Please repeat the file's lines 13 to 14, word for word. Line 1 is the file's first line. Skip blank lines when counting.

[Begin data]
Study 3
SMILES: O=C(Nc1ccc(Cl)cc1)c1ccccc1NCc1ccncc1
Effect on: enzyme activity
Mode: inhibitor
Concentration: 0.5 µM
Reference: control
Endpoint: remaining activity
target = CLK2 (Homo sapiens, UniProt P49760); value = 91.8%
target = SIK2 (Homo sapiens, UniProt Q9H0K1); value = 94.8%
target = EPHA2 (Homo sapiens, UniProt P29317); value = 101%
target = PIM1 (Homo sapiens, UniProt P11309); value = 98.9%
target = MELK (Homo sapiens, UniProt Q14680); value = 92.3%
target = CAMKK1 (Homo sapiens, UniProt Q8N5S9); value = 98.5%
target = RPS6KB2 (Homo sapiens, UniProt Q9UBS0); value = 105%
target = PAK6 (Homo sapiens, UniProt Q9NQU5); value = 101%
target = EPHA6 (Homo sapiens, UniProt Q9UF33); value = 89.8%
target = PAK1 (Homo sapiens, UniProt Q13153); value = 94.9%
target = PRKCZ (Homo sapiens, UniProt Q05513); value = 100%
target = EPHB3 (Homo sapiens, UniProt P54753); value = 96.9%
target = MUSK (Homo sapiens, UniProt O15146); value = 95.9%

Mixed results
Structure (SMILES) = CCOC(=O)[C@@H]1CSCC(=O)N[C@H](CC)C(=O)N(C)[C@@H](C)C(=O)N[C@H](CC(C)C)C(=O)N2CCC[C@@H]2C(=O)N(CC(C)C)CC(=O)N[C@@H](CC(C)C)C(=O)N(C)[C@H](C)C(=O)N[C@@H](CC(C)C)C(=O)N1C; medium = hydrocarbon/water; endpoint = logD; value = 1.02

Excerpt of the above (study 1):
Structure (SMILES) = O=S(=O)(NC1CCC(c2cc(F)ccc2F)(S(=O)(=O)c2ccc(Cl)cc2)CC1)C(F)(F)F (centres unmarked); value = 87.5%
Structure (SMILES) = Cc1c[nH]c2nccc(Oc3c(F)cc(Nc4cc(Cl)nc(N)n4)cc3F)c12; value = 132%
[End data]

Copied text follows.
target = CAMKK1 (Homo sapiens, UniProt Q8N5S9); value = 98.5%
target = RPS6KB2 (Homo sapiens, UniProt Q9UBS0); value = 105%